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    The Baseball Diamond Sutra Paid Member

    THIS YEAR MARKS the centennial of the Parliament of World Religions; for the first time in America, clergy from non-theistic religions were invited to represent their traditions. Zen abbot Soyen Shaku (see "Ancestors") addressed the assembly in Chicago, having had his letter of acceptance written by his disciple, D. T. Suzuki. Also present was Dharmapala, the fiery leader of the Buddhist revival movement in what is now called Sri Lanka. The Archbishop of Canterbury was so offended by the placement of other religions on equal footing with Christianity that he denounced the Parliament and refused to come. Yet the task of extending religious pluralism in the United States beyond the confines of the prevailing Judeo-Christian traditions had begun in earnest. In terms of Buddhism, the Parliament was a major turning of the dharma wheel, setting in motion work which Tricycle continues today. More »
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    Many is More Paid Member

    Following the failed coup in Russia a cartoon in a New York newspaper featured two people standing in front of the Kremlin. One was saying to the other, "If you miss the one-party system, go to America." As the cartoon implies, new political alliances threaten to recast the United States as, at best, a beleaguered advocate of ideological plurality. Let's hope that American Buddhism doesn't follow the national political trend, especially since diversity is as central to Buddhist history as it has been to the history of the United States. More »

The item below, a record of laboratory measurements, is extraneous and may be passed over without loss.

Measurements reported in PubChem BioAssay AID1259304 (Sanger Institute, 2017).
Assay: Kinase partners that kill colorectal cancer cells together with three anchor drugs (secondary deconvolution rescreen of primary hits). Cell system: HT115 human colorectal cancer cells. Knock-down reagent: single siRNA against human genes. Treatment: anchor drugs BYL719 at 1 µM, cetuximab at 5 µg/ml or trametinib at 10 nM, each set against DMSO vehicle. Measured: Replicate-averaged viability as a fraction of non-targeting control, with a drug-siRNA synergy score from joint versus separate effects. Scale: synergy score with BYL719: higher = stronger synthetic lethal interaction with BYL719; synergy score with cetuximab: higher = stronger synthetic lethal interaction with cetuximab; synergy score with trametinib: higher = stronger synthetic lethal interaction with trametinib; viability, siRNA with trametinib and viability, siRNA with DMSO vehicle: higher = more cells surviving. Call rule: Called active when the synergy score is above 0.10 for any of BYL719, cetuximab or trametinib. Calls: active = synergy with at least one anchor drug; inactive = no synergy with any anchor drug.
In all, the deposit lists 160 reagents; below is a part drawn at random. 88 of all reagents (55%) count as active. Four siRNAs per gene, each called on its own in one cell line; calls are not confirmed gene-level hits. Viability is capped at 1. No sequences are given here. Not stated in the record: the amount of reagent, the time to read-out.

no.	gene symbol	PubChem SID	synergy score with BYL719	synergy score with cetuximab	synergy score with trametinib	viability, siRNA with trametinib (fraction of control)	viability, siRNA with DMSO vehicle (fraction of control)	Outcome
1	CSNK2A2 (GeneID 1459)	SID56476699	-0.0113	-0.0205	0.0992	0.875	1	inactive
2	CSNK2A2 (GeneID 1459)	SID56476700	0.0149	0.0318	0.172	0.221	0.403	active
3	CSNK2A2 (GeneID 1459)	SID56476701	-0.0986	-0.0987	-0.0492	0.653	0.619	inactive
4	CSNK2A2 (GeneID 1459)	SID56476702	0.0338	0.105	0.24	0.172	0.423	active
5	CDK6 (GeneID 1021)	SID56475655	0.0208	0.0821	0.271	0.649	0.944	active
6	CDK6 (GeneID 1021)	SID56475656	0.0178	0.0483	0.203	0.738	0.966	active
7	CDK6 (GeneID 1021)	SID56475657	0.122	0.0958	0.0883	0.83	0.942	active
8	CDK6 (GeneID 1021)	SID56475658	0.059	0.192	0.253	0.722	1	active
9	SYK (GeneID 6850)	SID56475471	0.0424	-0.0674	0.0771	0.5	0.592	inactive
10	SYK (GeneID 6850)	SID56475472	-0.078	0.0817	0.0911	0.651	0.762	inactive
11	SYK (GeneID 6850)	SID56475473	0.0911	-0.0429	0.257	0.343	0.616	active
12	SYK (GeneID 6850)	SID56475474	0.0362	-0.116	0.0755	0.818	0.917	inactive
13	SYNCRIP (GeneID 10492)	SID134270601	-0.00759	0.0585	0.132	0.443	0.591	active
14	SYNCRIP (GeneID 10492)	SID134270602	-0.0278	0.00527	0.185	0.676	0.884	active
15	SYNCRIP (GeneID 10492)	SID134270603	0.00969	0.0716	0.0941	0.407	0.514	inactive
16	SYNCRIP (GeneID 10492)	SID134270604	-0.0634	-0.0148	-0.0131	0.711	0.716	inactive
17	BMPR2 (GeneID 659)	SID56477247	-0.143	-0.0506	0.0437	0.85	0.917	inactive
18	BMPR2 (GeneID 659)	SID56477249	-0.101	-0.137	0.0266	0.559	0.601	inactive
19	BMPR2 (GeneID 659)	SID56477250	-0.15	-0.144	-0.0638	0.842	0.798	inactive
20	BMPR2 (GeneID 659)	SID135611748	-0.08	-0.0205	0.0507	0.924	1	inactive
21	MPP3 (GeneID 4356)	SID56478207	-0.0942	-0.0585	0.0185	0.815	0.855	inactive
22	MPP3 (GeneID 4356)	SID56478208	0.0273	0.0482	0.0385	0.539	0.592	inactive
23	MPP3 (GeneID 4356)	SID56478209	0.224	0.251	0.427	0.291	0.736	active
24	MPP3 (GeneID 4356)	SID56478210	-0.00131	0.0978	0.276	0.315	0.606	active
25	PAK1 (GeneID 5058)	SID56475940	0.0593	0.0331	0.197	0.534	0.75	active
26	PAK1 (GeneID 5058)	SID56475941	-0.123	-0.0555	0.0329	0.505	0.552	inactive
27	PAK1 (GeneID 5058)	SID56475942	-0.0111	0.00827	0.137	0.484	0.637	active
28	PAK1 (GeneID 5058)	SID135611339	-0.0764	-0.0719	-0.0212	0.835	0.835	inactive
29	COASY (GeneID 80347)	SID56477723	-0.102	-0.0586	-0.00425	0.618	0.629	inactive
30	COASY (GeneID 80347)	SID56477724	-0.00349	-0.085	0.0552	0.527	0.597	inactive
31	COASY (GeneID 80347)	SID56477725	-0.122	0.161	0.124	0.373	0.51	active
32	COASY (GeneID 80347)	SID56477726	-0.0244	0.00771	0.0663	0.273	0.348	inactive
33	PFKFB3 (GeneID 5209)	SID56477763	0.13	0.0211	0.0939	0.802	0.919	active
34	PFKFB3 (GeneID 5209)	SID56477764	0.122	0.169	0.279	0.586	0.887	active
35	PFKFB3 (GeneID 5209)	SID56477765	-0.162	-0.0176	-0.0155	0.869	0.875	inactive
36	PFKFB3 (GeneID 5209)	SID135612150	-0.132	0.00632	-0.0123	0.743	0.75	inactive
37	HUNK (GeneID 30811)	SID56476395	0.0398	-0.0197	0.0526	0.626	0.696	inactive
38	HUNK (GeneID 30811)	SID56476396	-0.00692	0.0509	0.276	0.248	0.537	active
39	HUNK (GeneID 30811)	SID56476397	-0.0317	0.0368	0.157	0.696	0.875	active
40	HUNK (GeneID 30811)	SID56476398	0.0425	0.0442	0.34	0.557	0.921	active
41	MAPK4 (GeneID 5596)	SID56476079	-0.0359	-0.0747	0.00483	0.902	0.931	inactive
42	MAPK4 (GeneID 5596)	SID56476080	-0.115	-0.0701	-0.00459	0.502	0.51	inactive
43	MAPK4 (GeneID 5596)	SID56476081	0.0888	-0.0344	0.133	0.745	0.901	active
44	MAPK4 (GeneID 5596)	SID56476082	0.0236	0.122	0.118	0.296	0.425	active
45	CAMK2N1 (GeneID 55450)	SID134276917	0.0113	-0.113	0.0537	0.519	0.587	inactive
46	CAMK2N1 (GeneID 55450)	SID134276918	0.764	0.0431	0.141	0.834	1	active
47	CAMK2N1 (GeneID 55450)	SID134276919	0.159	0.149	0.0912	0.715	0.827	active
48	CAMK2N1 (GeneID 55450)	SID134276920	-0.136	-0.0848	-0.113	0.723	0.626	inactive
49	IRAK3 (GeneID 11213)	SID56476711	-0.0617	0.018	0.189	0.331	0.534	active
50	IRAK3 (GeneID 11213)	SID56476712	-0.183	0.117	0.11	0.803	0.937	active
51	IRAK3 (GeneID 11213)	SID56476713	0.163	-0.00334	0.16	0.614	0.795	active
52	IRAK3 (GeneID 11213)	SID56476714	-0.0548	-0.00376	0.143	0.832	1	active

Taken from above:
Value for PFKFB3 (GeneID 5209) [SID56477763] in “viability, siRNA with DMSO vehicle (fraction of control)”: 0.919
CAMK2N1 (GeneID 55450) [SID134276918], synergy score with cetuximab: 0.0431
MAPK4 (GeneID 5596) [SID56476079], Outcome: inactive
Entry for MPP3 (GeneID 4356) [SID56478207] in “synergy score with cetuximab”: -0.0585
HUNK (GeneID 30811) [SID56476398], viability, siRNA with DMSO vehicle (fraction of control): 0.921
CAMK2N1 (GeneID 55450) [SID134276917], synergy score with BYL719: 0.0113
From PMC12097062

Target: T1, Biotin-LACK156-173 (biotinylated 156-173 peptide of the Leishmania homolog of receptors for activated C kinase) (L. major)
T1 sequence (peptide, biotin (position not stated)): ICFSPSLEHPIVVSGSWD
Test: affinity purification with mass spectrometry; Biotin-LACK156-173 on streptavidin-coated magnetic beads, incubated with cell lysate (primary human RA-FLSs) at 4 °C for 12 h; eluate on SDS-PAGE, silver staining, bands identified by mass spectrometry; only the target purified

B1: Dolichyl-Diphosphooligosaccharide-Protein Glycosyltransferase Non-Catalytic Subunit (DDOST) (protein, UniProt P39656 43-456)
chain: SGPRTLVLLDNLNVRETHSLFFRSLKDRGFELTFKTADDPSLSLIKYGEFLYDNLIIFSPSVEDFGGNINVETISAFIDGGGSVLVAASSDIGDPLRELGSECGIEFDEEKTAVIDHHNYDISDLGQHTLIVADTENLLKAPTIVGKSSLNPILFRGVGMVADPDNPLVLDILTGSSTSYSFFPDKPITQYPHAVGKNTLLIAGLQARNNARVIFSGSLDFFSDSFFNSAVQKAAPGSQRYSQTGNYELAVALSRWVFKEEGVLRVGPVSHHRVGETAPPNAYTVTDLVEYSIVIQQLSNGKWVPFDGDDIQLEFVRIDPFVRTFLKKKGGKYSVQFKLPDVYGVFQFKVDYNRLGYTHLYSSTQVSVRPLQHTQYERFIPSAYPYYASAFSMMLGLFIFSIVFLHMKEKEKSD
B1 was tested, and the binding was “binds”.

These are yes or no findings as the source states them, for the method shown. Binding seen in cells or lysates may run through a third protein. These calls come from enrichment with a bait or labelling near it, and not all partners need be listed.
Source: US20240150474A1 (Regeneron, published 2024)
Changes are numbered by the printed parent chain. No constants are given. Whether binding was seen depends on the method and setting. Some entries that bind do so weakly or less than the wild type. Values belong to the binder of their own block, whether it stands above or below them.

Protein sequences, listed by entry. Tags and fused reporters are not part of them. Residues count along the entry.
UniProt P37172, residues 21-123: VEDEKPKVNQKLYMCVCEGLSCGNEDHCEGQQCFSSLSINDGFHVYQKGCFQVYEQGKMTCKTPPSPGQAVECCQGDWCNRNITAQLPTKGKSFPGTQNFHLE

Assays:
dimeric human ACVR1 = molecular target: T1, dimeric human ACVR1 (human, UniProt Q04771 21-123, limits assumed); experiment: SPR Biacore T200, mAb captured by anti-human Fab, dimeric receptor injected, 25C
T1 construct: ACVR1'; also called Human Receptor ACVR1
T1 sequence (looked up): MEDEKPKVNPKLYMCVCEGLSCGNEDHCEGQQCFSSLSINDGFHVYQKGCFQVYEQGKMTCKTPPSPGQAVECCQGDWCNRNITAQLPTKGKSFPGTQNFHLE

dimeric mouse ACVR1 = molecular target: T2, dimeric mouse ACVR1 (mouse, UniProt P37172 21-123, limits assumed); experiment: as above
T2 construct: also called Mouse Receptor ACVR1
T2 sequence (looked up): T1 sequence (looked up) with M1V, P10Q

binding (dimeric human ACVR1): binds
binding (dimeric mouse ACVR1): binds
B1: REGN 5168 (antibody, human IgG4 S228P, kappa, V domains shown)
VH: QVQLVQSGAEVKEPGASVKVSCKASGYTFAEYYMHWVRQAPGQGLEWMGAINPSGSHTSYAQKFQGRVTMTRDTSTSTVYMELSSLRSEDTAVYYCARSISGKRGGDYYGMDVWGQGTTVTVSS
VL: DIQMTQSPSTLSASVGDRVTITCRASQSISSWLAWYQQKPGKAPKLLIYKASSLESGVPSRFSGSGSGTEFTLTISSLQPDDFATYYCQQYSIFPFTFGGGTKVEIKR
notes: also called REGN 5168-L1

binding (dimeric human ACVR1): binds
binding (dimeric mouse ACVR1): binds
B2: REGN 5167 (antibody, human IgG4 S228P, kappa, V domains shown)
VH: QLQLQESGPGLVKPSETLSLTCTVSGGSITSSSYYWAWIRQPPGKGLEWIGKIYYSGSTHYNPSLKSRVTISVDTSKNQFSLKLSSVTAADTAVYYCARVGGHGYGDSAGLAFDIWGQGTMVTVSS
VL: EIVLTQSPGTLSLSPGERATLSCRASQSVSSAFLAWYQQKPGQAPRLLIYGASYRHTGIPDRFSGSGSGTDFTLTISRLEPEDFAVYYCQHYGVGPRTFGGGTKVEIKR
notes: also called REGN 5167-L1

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    At the Crossroad Paid Member

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    Not Yet Paid Member

    “A special section on anger? But I thought Buddhists weren’t supposed to get angry?” I kept hearing this as we prepared “Seeing Red: Practicing with Anger.” Often enough, the verbal response was followed by a giggle, or a twist of embarrassment around the mouth, as if the witness had just, deliciously, become privy to some secret admission. So. Buddhists aren’t supposed to get angry. Hmmm. That’s a good one. In Buddhism greed, anger, and ignorance are the root causes of suffering. If anger had proven easy to tame, train, or transform, the teachings of the Buddha would not have survived. Two thousand five hundred years after their inception, the teachings still resonate with clarity and conviction, addressing us as we are: greedy, angry, and ignorant. More »
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    Buddhism: For Adults Only? Paid Member

    “How did you come to Buddhism?” It’s a question I’ve asked plenty of Buddhists I’ve met over the years. People often answer that they came to Buddhism because they felt their churches or synagogues had lost touch with their faith’s spiritual ground. Or that they felt they could no longer abide by mores or live by tenets that did not sufficiently address the realities of their day-to-day lives. Attending ritual after empty ritual, they associated key dates of the religious calendar more closely with holiday sales and seasonal vacations than anything else. And yet, when it came to weddings and funerals—and, even among the more secular-minded, baptisms—they found themselves seeking out the local rabbi or priest. More »
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    Death Becomes Us Paid Member

    Imagine that a great sage arrives in the West to give the secret teachings on living and dying. Thousands of people pack the stadium. The master says: “We are born. We die. The sooner you understand this, the better off you are.” Then he stands up and bows good-bye. But everyone gets angry and says, "We already know that. We want our money back." So he sighs and continues. Perhaps the sage quotes from the historical Buddha (p. 20) or from the Tibetan master, Dilgo Khyentse (p. 23). Maybe he discusses particular practices (see Brown, Rosenberg, Sogyal Rinpoche) or suggests contemplating the reminder that Rick Fields repeats (p. 42): “Death is real. It comes without warning. This body too will be a corpse.” More »